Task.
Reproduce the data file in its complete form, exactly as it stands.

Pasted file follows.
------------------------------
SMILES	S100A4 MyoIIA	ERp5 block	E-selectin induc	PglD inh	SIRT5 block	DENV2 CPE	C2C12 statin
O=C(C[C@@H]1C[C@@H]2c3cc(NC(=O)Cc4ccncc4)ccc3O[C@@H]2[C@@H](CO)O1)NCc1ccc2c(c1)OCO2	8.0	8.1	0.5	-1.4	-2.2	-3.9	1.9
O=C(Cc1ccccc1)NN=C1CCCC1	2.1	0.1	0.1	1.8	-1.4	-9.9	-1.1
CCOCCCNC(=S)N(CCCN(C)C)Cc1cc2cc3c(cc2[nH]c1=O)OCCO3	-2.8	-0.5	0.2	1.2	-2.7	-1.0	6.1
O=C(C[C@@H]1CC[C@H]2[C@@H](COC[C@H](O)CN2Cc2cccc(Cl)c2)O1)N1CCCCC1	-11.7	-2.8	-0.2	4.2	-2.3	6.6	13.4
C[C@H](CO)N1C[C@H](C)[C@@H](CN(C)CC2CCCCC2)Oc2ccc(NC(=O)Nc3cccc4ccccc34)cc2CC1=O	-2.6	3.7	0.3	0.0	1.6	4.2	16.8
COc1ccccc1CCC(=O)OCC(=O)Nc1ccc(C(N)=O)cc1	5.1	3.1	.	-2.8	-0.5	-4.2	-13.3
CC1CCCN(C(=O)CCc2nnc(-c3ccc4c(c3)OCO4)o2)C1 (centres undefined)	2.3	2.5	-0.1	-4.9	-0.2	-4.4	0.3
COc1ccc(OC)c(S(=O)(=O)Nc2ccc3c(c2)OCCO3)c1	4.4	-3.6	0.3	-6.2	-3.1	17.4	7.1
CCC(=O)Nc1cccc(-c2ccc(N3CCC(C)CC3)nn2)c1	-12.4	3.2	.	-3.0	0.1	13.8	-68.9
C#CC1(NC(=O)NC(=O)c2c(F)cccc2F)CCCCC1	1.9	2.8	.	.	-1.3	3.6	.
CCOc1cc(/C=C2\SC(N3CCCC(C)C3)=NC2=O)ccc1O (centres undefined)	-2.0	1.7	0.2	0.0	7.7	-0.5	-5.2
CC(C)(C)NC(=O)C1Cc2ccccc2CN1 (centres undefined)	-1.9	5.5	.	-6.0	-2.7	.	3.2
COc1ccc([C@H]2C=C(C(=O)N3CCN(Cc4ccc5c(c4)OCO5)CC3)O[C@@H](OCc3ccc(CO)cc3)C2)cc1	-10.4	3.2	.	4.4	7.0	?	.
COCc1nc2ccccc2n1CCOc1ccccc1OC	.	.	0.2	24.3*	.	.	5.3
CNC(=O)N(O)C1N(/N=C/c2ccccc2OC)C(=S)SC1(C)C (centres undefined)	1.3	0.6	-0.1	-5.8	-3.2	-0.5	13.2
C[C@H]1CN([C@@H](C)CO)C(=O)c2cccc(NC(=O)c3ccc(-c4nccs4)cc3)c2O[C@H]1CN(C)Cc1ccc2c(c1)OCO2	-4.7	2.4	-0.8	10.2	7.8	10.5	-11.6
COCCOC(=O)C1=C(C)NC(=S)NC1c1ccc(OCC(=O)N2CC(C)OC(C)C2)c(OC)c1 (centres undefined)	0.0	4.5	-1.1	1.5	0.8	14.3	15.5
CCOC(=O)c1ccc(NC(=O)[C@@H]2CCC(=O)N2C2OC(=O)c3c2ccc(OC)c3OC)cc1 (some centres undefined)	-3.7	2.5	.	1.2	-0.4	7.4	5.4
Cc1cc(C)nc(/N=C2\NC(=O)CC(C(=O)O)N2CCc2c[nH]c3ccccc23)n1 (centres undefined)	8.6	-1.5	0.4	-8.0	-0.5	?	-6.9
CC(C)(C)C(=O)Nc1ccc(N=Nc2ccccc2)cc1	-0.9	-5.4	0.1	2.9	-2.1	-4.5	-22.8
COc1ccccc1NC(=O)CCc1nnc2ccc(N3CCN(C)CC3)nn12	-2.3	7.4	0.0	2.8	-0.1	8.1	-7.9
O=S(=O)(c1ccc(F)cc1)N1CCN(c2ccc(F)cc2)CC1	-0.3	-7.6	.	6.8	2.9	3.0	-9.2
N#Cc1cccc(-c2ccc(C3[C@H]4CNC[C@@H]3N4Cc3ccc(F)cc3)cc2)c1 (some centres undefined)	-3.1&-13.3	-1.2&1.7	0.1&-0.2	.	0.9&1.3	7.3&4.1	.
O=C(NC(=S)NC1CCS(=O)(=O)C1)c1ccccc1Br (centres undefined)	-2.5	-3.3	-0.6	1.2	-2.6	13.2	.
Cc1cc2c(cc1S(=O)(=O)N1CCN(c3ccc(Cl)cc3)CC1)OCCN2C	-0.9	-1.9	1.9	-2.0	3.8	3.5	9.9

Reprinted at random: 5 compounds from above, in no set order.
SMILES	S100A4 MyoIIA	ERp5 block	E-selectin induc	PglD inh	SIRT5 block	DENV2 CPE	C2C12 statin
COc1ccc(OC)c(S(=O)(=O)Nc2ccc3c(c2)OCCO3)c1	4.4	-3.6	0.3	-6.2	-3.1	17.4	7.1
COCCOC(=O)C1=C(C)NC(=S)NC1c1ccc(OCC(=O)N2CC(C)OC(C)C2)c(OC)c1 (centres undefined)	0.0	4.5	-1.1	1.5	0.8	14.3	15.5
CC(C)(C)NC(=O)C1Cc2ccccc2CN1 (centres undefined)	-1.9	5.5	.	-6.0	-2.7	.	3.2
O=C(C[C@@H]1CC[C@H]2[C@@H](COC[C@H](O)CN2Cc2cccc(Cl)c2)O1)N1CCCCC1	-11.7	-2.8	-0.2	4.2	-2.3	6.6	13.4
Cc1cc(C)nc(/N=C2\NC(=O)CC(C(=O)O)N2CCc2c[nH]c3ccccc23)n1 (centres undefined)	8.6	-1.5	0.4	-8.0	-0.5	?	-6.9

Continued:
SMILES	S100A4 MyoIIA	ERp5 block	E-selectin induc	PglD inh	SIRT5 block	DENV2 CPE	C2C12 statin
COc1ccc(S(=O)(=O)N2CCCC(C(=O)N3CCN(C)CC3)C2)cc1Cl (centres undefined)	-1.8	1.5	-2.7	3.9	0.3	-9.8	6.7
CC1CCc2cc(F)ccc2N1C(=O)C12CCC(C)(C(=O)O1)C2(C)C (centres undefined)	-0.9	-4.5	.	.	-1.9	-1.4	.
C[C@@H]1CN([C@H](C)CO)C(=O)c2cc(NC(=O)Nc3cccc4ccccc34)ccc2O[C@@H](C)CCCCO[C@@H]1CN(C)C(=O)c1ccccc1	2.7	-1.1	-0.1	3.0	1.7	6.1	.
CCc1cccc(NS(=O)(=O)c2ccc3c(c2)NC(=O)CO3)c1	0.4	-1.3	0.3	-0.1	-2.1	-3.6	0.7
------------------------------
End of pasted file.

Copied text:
SMILES	S100A4 MyoIIA	ERp5 block	E-selectin induc	PglD inh	SIRT5 block	DENV2 CPE	C2C12 statin
O=C(C[C@@H]1C[C@@H]2c3cc(NC(=O)Cc4ccncc4)ccc3O[C@@H]2[C@@H](CO)O1)NCc1ccc2c(c1)OCO2	8.0	8.1	0.5	-1.4	-2.2	-3.9	1.9
O=C(Cc1ccccc1)NN=C1CCCC1	2.1	0.1	0.1	1.8	-1.4	-9.9	-1.1
CCOCCCNC(=S)N(CCCN(C)C)Cc1cc2cc3c(cc2[nH]c1=O)OCCO3	-2.8	-0.5	0.2	1.2	-2.7	-1.0	6.1
O=C(C[C@@H]1CC[C@H]2[C@@H](COC[C@H](O)CN2Cc2cccc(Cl)c2)O1)N1CCCCC1	-11.7	-2.8	-0.2	4.2	-2.3	6.6	13.4
C[C@H](CO)N1C[C@H](C)[C@@H](CN(C)CC2CCCCC2)Oc2ccc(NC(=O)Nc3cccc4ccccc34)cc2CC1=O	-2.6	3.7	0.3	0.0	1.6	4.2	16.8
COc1ccccc1CCC(=O)OCC(=O)Nc1ccc(C(N)=O)cc1	5.1	3.1	.	-2.8	-0.5	-4.2	-13.3
CC1CCCN(C(=O)CCc2nnc(-c3ccc4c(c3)OCO4)o2)C1 (centres undefined)	2.3	2.5	-0.1	-4.9	-0.2	-4.4	0.3
COc1ccc(OC)c(S(=O)(=O)Nc2ccc3c(c2)OCCO3)c1	4.4	-3.6	0.3	-6.2	-3.1	17.4	7.1
CCC(=O)Nc1cccc(-c2ccc(N3CCC(C)CC3)nn2)c1	-12.4	3.2	.	-3.0	0.1	13.8	-68.9
C#CC1(NC(=O)NC(=O)c2c(F)cccc2F)CCCCC1	1.9	2.8	.	.	-1.3	3.6	.
CCOc1cc(/C=C2\SC(N3CCCC(C)C3)=NC2=O)ccc1O (centres undefined)	-2.0	1.7	0.2	0.0	7.7	-0.5	-5.2
CC(C)(C)NC(=O)C1Cc2ccccc2CN1 (centres undefined)	-1.9	5.5	.	-6.0	-2.7	.	3.2
COc1ccc([C@H]2C=C(C(=O)N3CCN(Cc4ccc5c(c4)OCO5)CC3)O[C@@H](OCc3ccc(CO)cc3)C2)cc1	-10.4	3.2	.	4.4	7.0	?	.
COCc1nc2ccccc2n1CCOc1ccccc1OC	.	.	0.2	24.3*	.	.	5.3
CNC(=O)N(O)C1N(/N=C/c2ccccc2OC)C(=S)SC1(C)C (centres undefined)	1.3	0.6	-0.1	-5.8	-3.2	-0.5	13.2
C[C@H]1CN([C@@H](C)CO)C(=O)c2cccc(NC(=O)c3ccc(-c4nccs4)cc3)c2O[C@H]1CN(C)Cc1ccc2c(c1)OCO2	-4.7	2.4	-0.8	10.2	7.8	10.5	-11.6
COCCOC(=O)C1=C(C)NC(=S)NC1c1ccc(OCC(=O)N2CC(C)OC(C)C2)c(OC)c1 (centres undefined)	0.0	4.5	-1.1	1.5	0.8	14.3	15.5
CCOC(=O)c1ccc(NC(=O)[C@@H]2CCC(=O)N2C2OC(=O)c3c2ccc(OC)c3OC)cc1 (some centres undefined)	-3.7	2.5	.	1.2	-0.4	7.4	5.4
Cc1cc(C)nc(/N=C2\NC(=O)CC(C(=O)O)N2CCc2c[nH]c3ccccc23)n1 (centres undefined)	8.6	-1.5	0.4	-8.0	-0.5	?	-6.9
CC(C)(C)C(=O)Nc1ccc(N=Nc2ccccc2)cc1	-0.9	-5.4	0.1	2.9	-2.1	-4.5	-22.8
COc1ccccc1NC(=O)CCc1nnc2ccc(N3CCN(C)CC3)nn12	-2.3	7.4	0.0	2.8	-0.1	8.1	-7.9
O=S(=O)(c1ccc(F)cc1)N1CCN(c2ccc(F)cc2)CC1	-0.3	-7.6	.	6.8	2.9	3.0	-9.2
N#Cc1cccc(-c2ccc(C3[C@H]4CNC[C@@H]3N4Cc3ccc(F)cc3)cc2)c1 (some centres undefined)	-3.1&-13.3	-1.2&1.7	0.1&-0.2	.	0.9&1.3	7.3&4.1	.
O=C(NC(=S)NC1CCS(=O)(=O)C1)c1ccccc1Br (centres undefined)	-2.5	-3.3	-0.6	1.2	-2.6	13.2	.
Cc1cc2c(cc1S(=O)(=O)N1CCN(c3ccc(Cl)cc3)CC1)OCCN2C	-0.9	-1.9	1.9	-2.0	3.8	3.5	9.9

Reprinted at random: 5 compounds from above, in no set order.
SMILES	S100A4 MyoIIA	ERp5 block	E-selectin induc	PglD inh	SIRT5 block	DENV2 CPE	C2C12 statin
COc1ccc(OC)c(S(=O)(=O)Nc2ccc3c(c2)OCCO3)c1	4.4	-3.6	0.3	-6.2	-3.1	17.4	7.1
COCCOC(=O)C1=C(C)NC(=S)NC1c1ccc(OCC(=O)N2CC(C)OC(C)C2)c(OC)c1 (centres undefined)	0.0	4.5	-1.1	1.5	0.8	14.3	15.5
CC(C)(C)NC(=O)C1Cc2ccccc2CN1 (centres undefined)	-1.9	5.5	.	-6.0	-2.7	.	3.2
O=C(C[C@@H]1CC[C@H]2[C@@H](COC[C@H](O)CN2Cc2cccc(Cl)c2)O1)N1CCCCC1	-11.7	-2.8	-0.2	4.2	-2.3	6.6	13.4
Cc1cc(C)nc(/N=C2\NC(=O)CC(C(=O)O)N2CCc2c[nH]c3ccccc23)n1 (centres undefined)	8.6	-1.5	0.4	-8.0	-0.5	?	-6.9

Continued:
SMILES	S100A4 MyoIIA	ERp5 block	E-selectin induc	PglD inh	SIRT5 block	DENV2 CPE	C2C12 statin
COc1ccc(S(=O)(=O)N2CCCC(C(=O)N3CCN(C)CC3)C2)cc1Cl (centres undefined)	-1.8	1.5	-2.7	3.9	0.3	-9.8	6.7
CC1CCc2cc(F)ccc2N1C(=O)C12CCC(C)(C(=O)O1)C2(C)C (centres undefined)	-0.9	-4.5	.	.	-1.9	-1.4	.
C[C@@H]1CN([C@H](C)CO)C(=O)c2cc(NC(=O)Nc3cccc4ccccc34)ccc2O[C@@H](C)CCCCO[C@@H]1CN(C)C(=O)c1ccccc1	2.7	-1.1	-0.1	3.0	1.7	6.1	.
CCc1cccc(NS(=O)(=O)c2ccc3c(c2)NC(=O)CO3)c1	0.4	-1.3	0.3	-0.1	-2.1	-3.6	0.7